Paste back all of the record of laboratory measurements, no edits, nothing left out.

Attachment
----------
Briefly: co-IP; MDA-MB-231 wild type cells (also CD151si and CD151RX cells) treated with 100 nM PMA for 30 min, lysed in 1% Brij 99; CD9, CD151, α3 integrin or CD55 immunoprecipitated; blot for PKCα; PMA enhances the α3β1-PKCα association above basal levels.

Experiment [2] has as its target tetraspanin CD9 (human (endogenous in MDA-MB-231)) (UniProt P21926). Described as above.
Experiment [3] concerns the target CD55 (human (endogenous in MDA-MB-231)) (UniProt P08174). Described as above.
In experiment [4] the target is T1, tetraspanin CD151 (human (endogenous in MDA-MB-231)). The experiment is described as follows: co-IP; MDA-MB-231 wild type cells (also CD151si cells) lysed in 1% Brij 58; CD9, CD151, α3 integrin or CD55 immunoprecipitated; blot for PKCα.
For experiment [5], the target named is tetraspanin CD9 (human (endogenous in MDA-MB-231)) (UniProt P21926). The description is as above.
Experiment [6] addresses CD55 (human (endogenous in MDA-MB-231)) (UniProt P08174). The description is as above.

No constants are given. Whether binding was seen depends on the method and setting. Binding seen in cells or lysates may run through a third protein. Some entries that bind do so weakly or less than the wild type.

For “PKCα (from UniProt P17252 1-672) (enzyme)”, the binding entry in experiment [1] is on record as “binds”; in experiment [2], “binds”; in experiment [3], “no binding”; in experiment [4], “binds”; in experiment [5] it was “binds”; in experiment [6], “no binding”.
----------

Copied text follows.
Briefly: co-IP; MDA-MB-231 wild type cells (also CD151si and CD151RX cells) treated with 100 nM PMA for 30 min, lysed in 1% Brij 99; CD9, CD151, α3 integrin or CD55 immunoprecipitated; blot for PKCα; PMA enhances the α3β1-PKCα association above basal levels.

Experiment [2] has as its target tetraspanin CD9 (human (endogenous in MDA-MB-231)) (UniProt P21926). Described as above.
Experiment [3] concerns the target CD55 (human (endogenous in MDA-MB-231)) (UniProt P08174). Described as above.
In experiment [4] the target is T1, tetraspanin CD151 (human (endogenous in MDA-MB-231)). The experiment is described as follows: co-IP; MDA-MB-231 wild type cells (also CD151si cells) lysed in 1% Brij 58; CD9, CD151, α3 integrin or CD55 immunoprecipitated; blot for PKCα.
For experiment [5], the target named is tetraspanin CD9 (human (endogenous in MDA-MB-231)) (UniProt P21926). The description is as above.
Experiment [6] addresses CD55 (human (endogenous in MDA-MB-231)) (UniProt P08174). The description is as above.

No constants are given. Whether binding was seen depends on the method and setting. Binding seen in cells or lysates may run through a third protein. Some entries that bind do so weakly or less than the wild type.

For “PKCα (from UniProt P17252 1-672) (enzyme)”, the binding entry in experiment [1] is on record as “binds”; in experiment [2], “binds”; in experiment [3], “no binding”; in experiment [4], “binds”; in experiment [5] it was “binds”; in experiment [6], “no binding”.